Android Apps Getting Personal Data Even When Users Explicitly Deny Them

Many Android applications were retrieving personal data even when users didn’t give them permission to do so, a new study has revealed.

Android has improved the way it informs people about the permissions apps require when installed. It’s a system that’s way better now than it used to, but it turns out that even if Android asks people if they want to grant an app a certain permission, it’s doesn’t really matter. Some apps will pull relevant data from the phone, even if they should not be able to.

Privacy and the notion of personal data are two of the most important aspects in today’s world, and the fact that both of those issues are basically ignored by so many Android apps is worrying, especially if what the study revealed turns out to be true.

Not just an isolated incident

A study named “50 Ways to Leak Your Data: An Exploration of Apps’ Circumvention of the Android Permissions System,” put forward by researchers from University of Calgary, Universidad Carlos III Madrid, and U.C. Berkeley revealed that thousands of apps have been doing some very shady stuff.

Also, according to a report from Adrian Colyer, the researchers built a Google Play scraper, which downloaded 252,864 versions of 88,113 different Android apps. All the apps were run in a controlled environment that allowed researchers to monitor all I/O (writing and reading) events and network traffic.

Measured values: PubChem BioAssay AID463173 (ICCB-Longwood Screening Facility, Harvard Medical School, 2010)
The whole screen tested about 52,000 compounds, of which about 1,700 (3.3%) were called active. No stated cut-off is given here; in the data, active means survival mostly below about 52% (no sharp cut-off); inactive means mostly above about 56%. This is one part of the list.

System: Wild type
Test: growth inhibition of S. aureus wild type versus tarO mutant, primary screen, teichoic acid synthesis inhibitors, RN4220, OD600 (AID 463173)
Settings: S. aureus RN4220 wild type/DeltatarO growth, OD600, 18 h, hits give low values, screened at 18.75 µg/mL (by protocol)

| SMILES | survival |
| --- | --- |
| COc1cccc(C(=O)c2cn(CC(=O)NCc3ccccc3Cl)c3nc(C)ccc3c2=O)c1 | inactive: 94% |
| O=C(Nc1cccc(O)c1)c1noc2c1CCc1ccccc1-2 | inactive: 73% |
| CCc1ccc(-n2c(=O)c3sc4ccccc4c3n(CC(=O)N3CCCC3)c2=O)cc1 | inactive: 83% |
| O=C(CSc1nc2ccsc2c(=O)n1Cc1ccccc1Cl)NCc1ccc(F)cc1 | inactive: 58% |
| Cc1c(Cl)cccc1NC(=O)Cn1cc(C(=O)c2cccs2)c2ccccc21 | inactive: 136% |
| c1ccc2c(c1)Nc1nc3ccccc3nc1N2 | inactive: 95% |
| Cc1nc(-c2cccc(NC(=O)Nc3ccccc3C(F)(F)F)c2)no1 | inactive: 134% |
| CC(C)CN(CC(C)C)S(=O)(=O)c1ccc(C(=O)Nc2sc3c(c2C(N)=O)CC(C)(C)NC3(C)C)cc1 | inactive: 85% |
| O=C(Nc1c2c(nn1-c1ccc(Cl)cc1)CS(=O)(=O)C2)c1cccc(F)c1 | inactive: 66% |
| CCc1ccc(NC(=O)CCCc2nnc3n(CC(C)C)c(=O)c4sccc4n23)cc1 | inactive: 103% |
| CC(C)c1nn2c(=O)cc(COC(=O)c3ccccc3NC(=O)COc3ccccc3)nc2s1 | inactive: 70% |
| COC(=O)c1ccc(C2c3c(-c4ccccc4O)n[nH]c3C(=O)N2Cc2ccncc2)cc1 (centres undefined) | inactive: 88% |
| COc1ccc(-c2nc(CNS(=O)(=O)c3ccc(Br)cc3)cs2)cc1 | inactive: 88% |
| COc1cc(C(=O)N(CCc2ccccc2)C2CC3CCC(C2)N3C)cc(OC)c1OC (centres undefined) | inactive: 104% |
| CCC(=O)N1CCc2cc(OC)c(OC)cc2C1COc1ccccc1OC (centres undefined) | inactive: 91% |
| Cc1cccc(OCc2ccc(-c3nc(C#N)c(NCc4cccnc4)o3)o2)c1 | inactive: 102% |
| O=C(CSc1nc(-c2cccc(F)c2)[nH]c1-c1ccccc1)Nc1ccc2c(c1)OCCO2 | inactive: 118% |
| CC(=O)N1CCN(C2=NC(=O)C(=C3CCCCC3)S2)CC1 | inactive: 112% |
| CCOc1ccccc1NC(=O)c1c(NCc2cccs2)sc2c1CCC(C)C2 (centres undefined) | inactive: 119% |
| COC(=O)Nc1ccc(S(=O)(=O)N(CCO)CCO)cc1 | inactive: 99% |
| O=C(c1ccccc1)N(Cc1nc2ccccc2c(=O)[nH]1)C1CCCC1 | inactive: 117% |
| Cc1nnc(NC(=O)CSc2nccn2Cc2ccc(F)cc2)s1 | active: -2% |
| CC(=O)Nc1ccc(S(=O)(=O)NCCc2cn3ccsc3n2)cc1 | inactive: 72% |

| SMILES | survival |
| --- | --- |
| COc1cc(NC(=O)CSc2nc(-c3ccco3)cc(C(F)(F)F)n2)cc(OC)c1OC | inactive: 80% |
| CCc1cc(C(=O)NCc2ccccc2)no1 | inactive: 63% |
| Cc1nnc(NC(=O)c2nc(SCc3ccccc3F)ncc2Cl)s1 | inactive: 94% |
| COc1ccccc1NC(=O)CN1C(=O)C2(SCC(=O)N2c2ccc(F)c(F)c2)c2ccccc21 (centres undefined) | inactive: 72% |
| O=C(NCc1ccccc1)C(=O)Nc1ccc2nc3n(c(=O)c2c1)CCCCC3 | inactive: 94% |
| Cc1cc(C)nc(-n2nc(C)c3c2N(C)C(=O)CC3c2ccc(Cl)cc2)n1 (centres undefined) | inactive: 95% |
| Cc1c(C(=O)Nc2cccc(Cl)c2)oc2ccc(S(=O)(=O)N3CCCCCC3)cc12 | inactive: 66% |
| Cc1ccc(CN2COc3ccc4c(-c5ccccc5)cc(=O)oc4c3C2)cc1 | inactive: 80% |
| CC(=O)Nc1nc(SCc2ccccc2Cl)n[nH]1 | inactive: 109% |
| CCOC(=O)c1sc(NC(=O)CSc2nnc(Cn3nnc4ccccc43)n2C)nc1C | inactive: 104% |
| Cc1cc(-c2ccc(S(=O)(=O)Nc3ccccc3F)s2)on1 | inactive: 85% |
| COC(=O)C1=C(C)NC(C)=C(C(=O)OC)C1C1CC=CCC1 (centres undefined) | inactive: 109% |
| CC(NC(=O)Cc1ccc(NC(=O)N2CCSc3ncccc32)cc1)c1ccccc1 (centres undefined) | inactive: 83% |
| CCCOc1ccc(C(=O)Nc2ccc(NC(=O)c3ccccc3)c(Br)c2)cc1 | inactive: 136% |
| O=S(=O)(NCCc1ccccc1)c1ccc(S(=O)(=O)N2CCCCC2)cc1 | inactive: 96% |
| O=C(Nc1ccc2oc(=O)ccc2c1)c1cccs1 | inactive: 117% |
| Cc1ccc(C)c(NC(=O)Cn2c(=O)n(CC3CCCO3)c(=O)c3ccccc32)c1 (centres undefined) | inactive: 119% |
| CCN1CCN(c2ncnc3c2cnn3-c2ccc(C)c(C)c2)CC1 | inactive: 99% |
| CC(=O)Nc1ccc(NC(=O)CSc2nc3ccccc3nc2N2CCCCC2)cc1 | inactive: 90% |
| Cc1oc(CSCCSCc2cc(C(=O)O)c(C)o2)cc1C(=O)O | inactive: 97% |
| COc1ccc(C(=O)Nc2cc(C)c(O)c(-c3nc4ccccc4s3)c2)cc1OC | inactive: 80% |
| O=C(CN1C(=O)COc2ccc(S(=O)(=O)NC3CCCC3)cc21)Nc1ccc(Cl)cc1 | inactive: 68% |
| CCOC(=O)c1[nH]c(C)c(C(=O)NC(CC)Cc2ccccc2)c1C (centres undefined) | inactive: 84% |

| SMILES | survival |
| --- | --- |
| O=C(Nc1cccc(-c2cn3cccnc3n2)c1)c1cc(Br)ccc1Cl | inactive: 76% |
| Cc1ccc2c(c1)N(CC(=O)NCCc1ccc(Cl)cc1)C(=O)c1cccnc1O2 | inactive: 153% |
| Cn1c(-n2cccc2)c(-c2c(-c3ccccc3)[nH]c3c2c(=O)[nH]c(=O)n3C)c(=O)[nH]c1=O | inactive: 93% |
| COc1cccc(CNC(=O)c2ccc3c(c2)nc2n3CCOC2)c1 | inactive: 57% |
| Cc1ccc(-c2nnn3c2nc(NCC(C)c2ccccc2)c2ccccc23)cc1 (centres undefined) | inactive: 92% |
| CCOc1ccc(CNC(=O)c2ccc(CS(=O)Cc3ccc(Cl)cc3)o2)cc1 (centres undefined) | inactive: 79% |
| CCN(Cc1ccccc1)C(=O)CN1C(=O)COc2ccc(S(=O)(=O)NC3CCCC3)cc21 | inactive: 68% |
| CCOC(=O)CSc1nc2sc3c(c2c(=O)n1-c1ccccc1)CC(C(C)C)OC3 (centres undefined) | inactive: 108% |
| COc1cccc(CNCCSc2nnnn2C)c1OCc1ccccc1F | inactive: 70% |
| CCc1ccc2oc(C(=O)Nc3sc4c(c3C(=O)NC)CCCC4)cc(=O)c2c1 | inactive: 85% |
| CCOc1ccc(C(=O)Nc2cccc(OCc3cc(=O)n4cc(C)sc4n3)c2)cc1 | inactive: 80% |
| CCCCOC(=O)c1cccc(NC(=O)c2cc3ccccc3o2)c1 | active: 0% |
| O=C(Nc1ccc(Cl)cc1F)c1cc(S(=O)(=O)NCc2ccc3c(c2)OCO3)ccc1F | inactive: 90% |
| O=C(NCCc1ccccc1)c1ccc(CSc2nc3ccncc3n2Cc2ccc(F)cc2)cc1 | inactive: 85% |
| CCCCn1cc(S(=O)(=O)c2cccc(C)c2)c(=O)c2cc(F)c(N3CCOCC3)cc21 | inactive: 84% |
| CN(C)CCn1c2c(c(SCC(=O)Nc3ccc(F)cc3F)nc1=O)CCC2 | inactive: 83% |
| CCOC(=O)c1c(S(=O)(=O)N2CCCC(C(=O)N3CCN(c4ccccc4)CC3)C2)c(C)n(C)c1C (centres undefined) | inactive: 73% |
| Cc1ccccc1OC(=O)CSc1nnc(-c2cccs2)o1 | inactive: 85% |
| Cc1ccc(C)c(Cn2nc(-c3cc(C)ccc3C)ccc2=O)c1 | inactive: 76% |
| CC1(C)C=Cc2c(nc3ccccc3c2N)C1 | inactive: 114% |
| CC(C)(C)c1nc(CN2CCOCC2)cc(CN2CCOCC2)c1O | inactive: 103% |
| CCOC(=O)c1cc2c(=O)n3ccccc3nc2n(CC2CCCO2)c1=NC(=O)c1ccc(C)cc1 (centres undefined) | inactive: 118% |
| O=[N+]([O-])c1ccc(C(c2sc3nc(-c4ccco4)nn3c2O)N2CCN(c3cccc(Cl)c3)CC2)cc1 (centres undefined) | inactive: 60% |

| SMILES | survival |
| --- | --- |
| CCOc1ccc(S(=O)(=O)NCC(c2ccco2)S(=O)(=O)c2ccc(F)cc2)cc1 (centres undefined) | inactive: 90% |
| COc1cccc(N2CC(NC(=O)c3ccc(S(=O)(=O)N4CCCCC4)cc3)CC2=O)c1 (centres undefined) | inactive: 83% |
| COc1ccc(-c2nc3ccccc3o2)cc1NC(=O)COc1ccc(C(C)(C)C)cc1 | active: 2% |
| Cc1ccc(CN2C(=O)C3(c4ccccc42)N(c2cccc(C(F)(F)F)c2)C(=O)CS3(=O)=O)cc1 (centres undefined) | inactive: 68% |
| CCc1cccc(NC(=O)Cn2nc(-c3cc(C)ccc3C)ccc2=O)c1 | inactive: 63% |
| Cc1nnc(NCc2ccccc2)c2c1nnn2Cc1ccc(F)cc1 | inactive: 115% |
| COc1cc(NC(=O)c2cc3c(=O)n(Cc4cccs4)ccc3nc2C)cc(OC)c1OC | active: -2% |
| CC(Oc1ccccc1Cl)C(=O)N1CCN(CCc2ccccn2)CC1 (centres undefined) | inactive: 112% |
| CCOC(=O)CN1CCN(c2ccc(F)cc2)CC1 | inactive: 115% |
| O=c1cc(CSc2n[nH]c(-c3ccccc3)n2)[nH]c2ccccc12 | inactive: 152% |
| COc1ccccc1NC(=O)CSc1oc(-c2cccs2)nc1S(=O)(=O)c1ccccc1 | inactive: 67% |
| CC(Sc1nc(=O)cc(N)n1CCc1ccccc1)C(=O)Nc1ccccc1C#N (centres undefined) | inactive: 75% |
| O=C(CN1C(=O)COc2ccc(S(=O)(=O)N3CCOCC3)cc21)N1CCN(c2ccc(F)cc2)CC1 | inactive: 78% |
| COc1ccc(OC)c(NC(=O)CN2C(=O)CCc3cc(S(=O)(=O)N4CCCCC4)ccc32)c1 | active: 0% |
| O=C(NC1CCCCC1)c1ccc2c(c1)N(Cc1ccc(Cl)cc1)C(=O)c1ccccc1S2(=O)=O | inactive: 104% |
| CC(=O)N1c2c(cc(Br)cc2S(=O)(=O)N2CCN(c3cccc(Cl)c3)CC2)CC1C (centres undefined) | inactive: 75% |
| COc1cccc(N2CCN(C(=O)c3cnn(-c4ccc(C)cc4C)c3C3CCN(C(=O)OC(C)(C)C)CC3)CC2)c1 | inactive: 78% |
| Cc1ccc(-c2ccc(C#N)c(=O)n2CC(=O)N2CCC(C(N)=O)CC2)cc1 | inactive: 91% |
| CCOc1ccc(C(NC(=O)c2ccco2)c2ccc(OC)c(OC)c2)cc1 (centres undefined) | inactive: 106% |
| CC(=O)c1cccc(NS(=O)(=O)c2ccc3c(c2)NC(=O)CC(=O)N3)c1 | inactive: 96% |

The most interesting aspect was that apps were pulling data like the MAC address, the IMEI number, and other information, even when the user denied them access. This was possible because it was done through whichever SDK the app was running off. Some of the SDK includes Salmonads (a third-party developers’ assistant platform in Greater China), Baidu’s Maps SDK, and even OpenX SDK.

The researchers also calculated that Baidu’s Maps SDK is used 2.6 billion installations for apps, which means that the real number is likely much more significant. The conclusion of the research could be only one.

“The behaviors that we document in this paper constitute clear privacy violations. From a legal and policy perspective, these practices are likely to be considered deceptive or otherwise unlawful.”

The only good news is that Google has been notified about the problems, and many of them have been fixed in Android 10. The downside is that much of the market is not running on Android 10, and won’t do so for a long time.

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